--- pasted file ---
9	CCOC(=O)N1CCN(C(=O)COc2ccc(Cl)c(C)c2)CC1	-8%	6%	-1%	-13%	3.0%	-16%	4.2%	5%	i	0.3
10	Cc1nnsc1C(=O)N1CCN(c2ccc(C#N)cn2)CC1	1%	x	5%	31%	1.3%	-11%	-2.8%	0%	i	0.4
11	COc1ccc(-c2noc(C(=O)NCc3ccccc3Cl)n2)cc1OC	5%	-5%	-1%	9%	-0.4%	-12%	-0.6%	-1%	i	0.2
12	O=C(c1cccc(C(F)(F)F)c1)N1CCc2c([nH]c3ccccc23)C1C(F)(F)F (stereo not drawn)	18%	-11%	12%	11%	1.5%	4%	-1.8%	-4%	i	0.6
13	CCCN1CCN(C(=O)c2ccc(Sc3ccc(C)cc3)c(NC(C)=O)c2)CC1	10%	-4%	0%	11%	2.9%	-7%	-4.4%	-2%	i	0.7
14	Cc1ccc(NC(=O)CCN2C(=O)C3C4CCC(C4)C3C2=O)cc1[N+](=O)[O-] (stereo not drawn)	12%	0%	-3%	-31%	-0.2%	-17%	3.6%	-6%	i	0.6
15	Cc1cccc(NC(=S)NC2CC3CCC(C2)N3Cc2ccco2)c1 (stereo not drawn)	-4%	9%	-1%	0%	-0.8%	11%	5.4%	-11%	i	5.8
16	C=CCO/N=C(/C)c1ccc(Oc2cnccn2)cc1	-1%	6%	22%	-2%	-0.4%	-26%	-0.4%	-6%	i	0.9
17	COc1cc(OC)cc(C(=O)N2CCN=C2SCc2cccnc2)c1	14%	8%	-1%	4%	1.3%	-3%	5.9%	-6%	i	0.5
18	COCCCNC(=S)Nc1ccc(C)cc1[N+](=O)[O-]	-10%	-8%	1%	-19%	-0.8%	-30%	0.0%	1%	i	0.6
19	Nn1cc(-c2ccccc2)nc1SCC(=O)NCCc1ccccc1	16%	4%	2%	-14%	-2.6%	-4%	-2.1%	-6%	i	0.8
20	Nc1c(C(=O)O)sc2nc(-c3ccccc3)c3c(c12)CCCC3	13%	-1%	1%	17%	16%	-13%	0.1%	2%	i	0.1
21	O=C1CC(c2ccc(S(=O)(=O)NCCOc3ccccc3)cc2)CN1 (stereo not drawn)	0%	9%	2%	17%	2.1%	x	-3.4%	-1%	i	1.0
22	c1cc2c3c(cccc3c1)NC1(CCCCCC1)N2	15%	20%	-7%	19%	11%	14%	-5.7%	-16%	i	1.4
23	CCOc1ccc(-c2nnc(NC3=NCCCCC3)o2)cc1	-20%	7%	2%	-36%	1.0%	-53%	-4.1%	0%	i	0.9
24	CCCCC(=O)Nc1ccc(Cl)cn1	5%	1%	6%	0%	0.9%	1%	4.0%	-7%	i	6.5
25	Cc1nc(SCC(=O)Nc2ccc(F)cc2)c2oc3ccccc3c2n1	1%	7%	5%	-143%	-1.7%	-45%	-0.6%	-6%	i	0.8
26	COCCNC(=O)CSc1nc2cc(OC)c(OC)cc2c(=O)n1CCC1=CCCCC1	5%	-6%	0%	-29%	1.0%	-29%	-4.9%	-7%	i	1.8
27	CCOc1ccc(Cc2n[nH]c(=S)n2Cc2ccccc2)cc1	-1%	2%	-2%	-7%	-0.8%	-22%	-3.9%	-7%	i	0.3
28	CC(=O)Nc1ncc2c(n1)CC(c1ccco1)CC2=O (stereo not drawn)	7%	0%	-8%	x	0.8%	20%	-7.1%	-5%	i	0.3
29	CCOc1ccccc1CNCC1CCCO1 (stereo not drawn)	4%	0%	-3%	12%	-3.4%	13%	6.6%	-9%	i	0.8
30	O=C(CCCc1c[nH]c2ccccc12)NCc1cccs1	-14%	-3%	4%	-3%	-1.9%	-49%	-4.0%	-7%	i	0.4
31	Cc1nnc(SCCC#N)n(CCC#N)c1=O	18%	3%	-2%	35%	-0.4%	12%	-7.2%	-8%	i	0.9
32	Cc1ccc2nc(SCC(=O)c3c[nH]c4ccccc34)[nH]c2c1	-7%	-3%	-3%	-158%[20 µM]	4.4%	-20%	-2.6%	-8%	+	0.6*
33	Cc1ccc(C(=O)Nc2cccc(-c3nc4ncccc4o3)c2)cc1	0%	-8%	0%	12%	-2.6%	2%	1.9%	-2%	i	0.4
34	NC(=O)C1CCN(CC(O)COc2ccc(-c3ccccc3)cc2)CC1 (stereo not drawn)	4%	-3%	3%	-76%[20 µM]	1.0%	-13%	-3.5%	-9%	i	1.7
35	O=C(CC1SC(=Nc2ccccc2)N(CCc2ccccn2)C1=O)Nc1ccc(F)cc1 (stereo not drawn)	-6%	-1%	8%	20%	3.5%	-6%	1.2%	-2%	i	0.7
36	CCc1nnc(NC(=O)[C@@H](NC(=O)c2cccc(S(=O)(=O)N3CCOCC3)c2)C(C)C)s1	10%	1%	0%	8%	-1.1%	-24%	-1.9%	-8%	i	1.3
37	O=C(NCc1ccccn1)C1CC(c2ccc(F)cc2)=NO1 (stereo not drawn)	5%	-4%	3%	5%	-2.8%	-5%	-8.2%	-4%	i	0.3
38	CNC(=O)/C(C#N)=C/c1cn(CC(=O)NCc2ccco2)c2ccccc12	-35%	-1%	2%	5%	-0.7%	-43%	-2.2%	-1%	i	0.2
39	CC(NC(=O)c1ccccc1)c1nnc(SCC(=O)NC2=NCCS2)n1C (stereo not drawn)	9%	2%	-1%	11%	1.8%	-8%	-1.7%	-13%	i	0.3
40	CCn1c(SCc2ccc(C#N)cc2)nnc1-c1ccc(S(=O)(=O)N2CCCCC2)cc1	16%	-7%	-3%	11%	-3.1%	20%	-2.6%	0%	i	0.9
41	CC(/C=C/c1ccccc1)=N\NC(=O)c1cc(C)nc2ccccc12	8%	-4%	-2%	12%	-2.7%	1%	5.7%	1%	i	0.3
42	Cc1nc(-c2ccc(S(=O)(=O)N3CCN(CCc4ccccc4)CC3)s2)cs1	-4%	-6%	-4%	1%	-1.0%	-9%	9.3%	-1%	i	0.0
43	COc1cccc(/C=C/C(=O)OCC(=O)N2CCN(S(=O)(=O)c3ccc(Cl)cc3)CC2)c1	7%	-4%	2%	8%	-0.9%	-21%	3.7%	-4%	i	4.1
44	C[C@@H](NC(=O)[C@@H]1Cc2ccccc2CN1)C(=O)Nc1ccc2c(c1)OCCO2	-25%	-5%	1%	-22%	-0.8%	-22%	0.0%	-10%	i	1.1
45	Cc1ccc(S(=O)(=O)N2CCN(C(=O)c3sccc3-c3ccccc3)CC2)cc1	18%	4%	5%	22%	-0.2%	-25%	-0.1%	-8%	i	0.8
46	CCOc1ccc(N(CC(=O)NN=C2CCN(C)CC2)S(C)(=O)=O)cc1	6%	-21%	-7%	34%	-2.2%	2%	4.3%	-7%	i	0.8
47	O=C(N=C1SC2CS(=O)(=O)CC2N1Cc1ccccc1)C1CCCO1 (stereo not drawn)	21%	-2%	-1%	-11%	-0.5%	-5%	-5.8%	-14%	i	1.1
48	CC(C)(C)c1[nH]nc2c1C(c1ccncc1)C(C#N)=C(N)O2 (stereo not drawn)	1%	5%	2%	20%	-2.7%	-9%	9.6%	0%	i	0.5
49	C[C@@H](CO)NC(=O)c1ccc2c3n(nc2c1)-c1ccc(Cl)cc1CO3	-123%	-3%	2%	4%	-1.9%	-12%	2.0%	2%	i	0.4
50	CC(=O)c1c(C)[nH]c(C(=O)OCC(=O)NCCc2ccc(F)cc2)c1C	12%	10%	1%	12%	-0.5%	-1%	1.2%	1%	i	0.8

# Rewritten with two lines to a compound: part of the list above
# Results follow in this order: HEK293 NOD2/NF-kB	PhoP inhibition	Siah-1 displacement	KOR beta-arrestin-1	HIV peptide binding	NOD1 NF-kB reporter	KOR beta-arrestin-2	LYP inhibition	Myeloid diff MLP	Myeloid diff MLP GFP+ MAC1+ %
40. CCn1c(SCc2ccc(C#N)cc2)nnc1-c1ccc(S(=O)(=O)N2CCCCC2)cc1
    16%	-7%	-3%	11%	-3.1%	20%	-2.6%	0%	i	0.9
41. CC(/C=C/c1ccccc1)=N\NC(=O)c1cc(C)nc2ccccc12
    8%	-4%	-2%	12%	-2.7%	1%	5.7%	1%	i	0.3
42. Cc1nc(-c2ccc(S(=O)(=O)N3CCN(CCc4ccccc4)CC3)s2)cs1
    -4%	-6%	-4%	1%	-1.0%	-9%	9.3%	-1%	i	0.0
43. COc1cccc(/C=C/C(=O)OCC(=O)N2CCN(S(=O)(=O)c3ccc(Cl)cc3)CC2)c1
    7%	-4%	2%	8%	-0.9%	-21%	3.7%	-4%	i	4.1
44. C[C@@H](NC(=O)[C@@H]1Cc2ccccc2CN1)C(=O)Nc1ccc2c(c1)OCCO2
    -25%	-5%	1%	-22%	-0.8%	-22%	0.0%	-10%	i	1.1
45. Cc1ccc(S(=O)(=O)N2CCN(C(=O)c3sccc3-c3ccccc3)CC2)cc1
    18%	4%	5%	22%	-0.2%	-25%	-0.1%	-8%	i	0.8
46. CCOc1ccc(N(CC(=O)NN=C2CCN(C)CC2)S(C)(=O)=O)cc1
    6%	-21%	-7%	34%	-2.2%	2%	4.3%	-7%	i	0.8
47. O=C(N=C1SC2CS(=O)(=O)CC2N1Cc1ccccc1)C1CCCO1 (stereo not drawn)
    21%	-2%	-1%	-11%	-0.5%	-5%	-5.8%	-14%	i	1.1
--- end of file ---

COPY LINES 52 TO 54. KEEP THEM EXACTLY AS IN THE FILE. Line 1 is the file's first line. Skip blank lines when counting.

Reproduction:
    7%	-4%	2%	8%	-0.9%	-21%	3.7%	-4%	i	4.1
44. C[C@@H](NC(=O)[C@@H]1Cc2ccccc2CN1)C(=O)Nc1ccc2c(c1)OCCO2
    -25%	-5%	1%	-22%	-0.8%	-22%	0.0%	-10%	i	1.1